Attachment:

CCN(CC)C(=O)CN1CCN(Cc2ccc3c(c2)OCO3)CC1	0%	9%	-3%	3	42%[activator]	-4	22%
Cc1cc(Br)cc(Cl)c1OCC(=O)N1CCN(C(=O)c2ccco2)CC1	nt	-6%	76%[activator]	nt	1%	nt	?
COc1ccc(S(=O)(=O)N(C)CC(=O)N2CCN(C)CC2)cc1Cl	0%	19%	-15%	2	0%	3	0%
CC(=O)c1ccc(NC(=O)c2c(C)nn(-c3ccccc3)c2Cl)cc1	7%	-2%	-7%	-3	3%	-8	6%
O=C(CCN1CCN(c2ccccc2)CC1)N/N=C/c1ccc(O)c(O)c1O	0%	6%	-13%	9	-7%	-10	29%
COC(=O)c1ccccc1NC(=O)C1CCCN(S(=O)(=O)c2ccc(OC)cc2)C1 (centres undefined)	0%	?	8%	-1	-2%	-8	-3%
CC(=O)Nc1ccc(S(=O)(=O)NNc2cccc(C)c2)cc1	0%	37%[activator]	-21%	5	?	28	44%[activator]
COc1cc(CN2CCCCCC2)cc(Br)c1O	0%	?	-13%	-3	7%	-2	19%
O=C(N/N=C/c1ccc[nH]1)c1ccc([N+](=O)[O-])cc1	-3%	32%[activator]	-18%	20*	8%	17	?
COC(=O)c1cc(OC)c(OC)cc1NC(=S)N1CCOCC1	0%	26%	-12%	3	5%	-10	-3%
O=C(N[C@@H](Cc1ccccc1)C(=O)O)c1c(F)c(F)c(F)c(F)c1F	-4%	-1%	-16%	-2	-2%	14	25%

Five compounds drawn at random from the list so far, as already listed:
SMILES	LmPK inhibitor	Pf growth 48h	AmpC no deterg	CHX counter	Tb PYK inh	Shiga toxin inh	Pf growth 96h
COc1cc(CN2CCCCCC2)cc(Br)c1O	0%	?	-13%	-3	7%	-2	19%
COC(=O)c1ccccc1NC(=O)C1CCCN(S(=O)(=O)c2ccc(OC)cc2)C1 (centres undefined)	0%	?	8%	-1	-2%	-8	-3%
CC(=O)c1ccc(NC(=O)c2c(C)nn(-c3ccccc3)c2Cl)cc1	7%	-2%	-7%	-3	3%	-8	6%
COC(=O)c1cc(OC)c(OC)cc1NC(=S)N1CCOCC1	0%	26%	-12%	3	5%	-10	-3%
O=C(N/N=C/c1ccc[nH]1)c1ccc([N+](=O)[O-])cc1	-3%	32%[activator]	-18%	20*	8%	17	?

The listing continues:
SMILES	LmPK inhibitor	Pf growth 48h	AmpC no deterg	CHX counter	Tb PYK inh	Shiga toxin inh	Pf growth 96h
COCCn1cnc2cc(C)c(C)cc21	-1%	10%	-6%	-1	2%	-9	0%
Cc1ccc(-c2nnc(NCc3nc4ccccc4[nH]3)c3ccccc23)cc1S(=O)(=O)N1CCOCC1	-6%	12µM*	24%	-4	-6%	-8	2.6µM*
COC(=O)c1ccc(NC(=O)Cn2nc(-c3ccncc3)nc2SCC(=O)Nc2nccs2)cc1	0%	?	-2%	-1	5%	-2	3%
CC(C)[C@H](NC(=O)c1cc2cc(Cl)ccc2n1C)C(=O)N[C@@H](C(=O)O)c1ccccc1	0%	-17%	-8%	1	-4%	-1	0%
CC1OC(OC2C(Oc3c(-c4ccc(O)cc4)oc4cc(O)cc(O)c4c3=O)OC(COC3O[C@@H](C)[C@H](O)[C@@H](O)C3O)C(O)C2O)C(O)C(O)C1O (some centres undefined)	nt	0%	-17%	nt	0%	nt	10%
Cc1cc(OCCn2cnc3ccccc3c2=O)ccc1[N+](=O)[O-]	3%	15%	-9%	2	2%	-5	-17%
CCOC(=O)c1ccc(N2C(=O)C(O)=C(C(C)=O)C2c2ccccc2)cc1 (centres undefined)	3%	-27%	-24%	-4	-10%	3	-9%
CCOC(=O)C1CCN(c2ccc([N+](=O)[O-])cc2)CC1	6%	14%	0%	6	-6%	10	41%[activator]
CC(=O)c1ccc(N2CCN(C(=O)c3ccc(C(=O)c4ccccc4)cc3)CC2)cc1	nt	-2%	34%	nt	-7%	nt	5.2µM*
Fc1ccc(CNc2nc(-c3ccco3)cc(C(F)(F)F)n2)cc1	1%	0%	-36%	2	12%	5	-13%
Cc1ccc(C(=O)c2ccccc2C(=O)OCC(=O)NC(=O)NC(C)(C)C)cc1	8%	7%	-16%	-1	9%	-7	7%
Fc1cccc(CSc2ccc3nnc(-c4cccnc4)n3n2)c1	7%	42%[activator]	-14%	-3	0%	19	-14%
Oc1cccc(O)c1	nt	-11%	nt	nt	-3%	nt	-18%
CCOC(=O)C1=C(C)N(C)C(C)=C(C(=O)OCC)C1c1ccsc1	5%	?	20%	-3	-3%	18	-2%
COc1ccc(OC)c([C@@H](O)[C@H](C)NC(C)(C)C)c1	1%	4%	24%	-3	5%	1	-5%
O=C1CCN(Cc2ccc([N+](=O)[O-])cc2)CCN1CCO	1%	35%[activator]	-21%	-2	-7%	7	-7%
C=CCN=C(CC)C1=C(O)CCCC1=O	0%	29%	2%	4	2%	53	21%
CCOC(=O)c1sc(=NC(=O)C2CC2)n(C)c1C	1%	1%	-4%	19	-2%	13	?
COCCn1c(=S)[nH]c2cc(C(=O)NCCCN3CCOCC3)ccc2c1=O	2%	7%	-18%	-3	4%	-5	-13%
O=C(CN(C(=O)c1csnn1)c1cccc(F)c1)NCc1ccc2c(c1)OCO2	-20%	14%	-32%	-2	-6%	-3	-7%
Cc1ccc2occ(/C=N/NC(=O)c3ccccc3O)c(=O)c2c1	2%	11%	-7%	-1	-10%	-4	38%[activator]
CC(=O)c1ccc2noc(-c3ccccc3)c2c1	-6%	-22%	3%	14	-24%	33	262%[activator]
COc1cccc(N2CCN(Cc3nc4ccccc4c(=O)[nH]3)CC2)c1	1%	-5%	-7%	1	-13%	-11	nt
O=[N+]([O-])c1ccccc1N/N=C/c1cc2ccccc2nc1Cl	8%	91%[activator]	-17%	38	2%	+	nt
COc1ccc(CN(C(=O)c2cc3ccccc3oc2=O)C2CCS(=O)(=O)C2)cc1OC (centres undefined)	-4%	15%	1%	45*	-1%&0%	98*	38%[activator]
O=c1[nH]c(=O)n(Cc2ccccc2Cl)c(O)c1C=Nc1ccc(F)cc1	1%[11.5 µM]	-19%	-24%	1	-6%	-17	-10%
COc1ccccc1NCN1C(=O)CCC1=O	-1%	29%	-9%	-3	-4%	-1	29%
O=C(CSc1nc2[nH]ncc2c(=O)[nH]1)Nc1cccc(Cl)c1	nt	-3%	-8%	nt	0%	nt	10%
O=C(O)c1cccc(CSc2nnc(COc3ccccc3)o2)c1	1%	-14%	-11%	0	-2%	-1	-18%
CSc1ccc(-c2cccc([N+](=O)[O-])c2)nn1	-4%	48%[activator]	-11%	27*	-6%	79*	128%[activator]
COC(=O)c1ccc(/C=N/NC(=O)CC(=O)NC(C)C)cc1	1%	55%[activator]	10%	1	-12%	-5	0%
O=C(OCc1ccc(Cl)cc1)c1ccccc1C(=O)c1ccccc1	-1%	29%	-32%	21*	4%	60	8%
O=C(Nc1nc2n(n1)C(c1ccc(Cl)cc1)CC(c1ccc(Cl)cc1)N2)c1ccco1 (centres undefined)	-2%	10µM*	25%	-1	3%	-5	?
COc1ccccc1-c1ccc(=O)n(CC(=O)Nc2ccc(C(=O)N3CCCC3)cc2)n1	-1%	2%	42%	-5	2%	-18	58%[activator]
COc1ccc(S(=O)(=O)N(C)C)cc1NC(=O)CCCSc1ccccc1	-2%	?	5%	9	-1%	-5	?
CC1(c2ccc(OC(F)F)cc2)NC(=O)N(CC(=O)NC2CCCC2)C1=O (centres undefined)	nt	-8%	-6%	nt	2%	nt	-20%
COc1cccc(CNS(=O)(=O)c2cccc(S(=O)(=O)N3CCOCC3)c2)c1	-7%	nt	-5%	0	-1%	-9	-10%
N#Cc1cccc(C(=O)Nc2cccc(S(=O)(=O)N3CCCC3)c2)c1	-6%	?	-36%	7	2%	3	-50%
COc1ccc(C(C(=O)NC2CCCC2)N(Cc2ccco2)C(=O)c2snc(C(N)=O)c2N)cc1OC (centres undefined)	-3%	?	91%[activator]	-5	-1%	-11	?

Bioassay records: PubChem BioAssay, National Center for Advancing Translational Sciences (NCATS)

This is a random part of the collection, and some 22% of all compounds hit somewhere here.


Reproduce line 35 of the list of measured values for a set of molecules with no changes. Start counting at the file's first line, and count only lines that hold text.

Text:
COc1ccc(OC)c([C@@H](O)[C@H](C)NC(C)(C)C)c1	1%	4%	24%	-3	5%	1	-5%